One day, he held court in front of a number of people who were artists and activists in Toronto and proceeded to tell a story he had concocted of my supposed sexual exploits with a number of men in the community.  Never mind that none of this was true, the individual, chose to tell it. And he did not describe these fictional tales of sexual exploits as a site of empowerment or informed assertion of my sexuality. No.  He called me a groupie.  He called me a ho.  He belittled the work  that I was starting to do in community as opportunism to get in the pants of men.  He expressed his disgust for me.  This alone was devastating but so was the result. Not one of the over 30 people – made up of artists and activists, supposedly progressive thinkers and doers – who were present in this moment spoke up in my defence.  No one challenged his words.  No one contested the inherent infringement he was making on my right to tell my own story. No one rode for me. Not the self-identified feminists in the group.  Not the so-called homegirls who told me about it later.  No one.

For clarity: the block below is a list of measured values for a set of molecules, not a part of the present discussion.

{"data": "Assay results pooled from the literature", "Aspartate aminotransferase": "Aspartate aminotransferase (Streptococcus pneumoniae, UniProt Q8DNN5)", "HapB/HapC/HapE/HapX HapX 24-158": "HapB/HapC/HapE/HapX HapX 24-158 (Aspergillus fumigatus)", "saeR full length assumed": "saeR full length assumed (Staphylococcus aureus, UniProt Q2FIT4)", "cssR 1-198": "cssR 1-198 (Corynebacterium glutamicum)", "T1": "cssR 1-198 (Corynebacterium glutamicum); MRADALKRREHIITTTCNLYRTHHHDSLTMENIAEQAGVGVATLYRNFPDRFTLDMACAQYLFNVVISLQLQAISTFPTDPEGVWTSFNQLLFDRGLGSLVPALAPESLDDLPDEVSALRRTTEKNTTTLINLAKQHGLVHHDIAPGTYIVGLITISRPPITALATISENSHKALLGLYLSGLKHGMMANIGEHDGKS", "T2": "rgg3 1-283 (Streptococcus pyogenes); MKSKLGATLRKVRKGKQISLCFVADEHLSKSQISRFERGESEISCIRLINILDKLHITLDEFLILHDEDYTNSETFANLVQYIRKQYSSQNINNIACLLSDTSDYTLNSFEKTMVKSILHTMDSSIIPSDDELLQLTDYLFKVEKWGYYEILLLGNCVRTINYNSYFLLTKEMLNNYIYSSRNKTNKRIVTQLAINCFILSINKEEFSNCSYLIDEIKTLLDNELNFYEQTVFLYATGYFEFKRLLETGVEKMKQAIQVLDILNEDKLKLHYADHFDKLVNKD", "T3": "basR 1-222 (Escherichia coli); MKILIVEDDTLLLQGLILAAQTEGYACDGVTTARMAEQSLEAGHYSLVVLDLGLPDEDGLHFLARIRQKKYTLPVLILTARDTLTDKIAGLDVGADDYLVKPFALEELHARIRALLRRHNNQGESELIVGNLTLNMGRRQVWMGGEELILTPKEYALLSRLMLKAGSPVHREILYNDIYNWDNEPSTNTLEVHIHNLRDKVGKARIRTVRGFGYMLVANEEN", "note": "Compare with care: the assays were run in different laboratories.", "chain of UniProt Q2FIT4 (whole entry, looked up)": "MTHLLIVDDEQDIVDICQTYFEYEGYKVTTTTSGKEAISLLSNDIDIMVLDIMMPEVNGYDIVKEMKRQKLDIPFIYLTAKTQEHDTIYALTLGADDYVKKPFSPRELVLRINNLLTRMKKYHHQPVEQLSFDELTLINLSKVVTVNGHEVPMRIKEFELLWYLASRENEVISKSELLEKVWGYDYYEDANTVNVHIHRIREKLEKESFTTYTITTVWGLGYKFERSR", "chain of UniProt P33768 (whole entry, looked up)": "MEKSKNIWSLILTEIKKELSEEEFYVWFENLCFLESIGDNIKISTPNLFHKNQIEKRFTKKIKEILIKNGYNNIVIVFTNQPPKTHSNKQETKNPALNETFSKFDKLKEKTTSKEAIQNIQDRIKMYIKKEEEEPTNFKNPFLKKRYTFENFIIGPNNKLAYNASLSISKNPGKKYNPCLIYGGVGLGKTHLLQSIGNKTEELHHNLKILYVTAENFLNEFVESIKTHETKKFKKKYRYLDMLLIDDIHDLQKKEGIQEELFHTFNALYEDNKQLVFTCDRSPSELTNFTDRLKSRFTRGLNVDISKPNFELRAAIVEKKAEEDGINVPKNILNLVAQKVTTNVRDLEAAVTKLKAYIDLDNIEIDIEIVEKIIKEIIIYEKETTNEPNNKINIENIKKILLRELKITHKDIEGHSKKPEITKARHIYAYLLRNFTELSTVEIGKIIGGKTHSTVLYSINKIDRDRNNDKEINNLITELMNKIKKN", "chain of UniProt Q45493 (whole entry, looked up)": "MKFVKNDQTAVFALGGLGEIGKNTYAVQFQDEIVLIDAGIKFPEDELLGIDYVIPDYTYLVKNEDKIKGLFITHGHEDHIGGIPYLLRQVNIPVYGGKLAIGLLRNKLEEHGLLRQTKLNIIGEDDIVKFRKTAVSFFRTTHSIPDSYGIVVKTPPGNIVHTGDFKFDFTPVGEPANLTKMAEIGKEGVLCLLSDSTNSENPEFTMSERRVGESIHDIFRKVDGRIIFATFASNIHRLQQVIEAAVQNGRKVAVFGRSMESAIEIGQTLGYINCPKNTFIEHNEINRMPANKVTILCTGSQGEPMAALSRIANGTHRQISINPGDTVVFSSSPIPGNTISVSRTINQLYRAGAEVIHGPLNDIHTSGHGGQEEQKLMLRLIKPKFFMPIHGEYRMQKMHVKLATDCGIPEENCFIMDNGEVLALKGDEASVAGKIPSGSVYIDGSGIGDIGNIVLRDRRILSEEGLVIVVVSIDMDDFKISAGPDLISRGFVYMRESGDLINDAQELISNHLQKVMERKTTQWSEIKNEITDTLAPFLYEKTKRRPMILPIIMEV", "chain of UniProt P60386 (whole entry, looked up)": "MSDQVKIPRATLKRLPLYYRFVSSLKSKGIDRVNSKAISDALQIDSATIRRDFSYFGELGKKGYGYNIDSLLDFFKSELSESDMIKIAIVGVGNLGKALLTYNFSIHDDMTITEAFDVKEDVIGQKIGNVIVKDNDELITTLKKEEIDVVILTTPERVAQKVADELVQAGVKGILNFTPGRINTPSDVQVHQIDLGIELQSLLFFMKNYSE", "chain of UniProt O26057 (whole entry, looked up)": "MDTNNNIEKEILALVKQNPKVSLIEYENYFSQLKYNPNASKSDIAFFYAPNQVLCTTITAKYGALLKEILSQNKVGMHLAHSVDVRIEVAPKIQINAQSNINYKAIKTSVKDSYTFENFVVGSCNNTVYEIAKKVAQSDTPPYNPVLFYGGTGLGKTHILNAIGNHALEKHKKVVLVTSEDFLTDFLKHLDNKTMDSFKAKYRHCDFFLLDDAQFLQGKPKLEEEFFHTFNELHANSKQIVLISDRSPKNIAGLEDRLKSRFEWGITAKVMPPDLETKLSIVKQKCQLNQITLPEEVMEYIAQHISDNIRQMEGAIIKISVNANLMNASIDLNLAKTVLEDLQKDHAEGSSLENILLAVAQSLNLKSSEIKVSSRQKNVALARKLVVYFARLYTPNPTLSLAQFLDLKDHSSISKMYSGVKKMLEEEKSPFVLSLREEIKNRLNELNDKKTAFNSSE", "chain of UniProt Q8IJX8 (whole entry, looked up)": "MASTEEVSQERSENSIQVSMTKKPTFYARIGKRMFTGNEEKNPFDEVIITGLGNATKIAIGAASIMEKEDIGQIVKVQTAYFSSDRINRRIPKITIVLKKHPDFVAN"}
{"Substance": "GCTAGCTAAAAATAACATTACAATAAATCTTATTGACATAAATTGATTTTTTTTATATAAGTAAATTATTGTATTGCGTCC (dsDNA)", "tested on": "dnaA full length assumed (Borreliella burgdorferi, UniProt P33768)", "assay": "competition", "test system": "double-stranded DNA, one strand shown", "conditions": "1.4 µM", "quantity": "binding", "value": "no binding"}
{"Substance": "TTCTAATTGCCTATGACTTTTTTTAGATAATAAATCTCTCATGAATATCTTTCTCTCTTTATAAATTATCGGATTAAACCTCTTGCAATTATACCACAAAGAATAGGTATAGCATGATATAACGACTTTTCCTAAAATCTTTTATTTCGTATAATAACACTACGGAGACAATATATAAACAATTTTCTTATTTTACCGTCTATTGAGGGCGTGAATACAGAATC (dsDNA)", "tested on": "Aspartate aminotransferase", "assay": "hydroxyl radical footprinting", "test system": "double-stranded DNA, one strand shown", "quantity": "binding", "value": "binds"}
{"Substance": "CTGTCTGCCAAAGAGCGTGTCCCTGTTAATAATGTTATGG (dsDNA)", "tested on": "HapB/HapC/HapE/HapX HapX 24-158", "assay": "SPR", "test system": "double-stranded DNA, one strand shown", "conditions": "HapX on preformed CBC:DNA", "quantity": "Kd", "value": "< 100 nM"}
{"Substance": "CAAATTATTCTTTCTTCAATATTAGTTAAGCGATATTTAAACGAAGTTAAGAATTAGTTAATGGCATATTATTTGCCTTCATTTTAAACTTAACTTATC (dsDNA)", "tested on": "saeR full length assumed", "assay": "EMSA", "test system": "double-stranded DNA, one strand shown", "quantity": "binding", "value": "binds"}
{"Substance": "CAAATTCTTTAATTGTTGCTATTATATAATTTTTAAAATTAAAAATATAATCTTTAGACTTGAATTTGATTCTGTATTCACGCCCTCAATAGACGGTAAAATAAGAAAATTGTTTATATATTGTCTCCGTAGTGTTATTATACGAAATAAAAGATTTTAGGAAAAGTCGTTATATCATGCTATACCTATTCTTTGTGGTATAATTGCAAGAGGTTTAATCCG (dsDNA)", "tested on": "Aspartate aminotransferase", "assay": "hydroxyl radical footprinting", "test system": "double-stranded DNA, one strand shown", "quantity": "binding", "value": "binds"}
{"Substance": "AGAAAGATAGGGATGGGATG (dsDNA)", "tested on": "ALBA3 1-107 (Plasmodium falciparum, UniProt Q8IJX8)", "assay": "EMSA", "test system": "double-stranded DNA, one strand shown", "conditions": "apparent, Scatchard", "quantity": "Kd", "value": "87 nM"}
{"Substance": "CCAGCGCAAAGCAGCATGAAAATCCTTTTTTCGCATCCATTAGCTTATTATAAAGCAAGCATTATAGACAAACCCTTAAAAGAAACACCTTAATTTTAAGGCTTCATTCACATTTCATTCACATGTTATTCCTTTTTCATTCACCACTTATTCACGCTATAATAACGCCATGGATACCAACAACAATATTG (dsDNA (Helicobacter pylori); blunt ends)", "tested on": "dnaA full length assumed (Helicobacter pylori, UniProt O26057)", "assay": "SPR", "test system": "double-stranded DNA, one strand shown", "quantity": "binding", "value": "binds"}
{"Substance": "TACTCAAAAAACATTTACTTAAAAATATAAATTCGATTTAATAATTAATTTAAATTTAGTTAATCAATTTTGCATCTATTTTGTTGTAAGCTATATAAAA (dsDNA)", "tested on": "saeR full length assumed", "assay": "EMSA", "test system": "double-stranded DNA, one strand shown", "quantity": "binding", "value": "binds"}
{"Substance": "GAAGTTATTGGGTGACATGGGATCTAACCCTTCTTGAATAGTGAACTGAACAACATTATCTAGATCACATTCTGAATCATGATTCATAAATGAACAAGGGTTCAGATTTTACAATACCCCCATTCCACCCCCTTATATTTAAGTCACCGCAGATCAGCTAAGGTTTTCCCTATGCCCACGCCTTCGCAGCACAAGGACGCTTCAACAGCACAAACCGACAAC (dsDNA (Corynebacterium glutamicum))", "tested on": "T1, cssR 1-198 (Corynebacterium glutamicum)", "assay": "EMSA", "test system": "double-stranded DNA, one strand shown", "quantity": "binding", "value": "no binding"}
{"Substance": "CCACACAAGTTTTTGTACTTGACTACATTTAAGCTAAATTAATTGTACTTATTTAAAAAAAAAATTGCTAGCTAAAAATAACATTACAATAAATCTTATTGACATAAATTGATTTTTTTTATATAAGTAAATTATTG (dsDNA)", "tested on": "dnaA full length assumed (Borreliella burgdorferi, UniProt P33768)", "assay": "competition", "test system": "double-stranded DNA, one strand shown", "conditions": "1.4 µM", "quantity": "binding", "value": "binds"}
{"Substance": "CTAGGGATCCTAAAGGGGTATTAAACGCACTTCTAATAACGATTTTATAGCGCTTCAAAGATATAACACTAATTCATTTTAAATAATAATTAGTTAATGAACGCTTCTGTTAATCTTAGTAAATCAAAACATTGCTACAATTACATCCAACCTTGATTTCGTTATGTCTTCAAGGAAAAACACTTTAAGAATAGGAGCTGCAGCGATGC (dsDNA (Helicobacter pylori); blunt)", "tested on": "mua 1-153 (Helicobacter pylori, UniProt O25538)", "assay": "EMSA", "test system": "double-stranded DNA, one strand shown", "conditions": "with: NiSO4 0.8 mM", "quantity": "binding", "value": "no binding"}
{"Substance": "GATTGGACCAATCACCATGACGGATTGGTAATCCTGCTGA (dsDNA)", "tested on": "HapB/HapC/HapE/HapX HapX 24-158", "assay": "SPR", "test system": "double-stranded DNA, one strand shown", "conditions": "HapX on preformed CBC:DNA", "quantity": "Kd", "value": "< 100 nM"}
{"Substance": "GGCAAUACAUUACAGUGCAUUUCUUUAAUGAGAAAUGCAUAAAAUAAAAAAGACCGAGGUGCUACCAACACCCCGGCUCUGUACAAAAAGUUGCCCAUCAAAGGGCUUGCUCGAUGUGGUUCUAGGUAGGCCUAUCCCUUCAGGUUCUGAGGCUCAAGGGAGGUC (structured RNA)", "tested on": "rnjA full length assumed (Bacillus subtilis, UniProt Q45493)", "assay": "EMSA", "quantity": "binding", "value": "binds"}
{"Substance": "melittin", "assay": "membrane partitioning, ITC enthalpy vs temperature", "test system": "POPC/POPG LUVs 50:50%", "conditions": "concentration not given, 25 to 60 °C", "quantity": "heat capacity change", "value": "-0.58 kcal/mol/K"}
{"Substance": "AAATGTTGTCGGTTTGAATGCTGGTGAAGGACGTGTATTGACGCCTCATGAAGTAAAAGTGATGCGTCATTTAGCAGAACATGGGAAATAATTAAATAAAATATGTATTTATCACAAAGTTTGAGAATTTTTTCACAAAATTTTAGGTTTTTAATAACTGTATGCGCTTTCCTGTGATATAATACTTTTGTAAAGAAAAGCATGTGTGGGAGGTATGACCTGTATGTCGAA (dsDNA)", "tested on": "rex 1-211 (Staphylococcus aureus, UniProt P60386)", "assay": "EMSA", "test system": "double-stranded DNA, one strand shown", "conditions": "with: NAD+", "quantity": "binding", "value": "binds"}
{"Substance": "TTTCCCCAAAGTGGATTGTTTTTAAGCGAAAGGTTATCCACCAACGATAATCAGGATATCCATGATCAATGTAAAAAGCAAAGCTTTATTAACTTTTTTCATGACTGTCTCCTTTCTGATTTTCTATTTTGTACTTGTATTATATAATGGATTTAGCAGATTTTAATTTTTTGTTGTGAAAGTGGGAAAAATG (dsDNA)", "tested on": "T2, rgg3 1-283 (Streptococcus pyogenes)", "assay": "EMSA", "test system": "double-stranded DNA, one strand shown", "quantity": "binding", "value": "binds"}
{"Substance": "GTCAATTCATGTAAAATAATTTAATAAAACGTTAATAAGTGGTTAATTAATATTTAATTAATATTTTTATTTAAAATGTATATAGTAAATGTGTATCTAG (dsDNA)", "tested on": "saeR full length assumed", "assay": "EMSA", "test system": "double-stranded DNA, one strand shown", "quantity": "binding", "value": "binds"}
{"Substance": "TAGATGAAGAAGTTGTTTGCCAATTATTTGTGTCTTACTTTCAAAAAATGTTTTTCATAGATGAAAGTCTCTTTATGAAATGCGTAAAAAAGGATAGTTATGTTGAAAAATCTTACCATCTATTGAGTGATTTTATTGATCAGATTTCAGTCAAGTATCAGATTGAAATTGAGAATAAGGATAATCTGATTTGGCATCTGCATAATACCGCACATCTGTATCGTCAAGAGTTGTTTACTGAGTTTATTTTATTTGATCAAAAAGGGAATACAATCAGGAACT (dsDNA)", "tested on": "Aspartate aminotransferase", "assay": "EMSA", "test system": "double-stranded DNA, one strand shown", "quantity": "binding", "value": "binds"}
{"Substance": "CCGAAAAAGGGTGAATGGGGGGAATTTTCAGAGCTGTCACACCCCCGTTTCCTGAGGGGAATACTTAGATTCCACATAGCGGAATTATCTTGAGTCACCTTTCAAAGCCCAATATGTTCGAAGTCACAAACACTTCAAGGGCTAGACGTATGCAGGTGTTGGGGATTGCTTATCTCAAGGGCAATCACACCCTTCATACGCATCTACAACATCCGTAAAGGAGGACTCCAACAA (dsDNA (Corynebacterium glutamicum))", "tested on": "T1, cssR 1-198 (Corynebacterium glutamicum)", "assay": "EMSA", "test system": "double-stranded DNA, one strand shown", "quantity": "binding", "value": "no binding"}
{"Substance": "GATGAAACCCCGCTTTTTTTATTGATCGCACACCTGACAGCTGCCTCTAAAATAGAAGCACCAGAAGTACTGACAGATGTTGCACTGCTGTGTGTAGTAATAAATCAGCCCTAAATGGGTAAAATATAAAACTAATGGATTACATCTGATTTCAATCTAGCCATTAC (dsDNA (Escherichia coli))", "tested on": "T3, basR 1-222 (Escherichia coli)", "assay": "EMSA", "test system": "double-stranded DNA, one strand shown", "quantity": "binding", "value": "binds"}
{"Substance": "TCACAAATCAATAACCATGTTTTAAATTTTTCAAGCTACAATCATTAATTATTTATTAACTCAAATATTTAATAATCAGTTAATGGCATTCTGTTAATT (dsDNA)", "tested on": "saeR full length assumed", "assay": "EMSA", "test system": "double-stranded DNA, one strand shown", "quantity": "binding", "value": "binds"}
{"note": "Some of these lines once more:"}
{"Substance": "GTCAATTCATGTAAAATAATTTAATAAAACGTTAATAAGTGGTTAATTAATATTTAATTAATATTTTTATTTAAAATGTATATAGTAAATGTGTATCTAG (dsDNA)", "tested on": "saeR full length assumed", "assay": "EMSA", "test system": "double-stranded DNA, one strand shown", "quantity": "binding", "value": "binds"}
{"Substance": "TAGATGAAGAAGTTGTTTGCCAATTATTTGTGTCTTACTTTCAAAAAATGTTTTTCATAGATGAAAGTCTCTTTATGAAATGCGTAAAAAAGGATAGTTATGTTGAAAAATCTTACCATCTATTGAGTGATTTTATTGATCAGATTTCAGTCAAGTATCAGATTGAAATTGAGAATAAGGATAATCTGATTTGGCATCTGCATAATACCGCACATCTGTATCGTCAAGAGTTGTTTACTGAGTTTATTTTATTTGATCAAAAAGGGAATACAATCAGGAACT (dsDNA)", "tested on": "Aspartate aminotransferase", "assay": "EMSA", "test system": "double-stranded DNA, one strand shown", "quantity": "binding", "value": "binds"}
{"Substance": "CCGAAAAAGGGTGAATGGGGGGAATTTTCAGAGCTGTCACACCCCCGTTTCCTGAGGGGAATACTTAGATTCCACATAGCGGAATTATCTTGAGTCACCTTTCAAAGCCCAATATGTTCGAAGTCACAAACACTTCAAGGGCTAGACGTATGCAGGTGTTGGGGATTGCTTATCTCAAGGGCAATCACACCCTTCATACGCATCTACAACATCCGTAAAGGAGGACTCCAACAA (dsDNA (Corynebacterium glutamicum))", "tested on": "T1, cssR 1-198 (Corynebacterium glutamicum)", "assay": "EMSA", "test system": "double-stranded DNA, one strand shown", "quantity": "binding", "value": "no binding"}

junejordan_lyndakoolish1Whew! Even thinking back on it now, it gets me heated.  This was an attack on my reputation.  And of course he targeted my sexuality and vilified it as a space without integrity, depth or beauty because that is the strategy patriarchy has informed the world to take when attacking women. June Jordan illustrates this so beautifully in her piece “Poem About My Rights.”  It remains one of my favourite poems.  Here is an excerpt:

I have been the meaning of rape  
I have been the problem everyone seeks to  
eliminate by forced  
penetration with or without the evidence of slime and/  
but let this be unmistakable this poem  
is not consent I do not consent  
to my mother to my father to the teachers to  
the F.B.I. to South Africa to Bedford-Stuy  
to Park Avenue to American Airlines to the hardon  
idlers on the corners to the sneaky creeps in  
I am not wrong: Wrong is not my name
My name is my own my own my own

I have the right to define myself.  For myself.

I do not consent to the forced imposition of his/your/their external perception.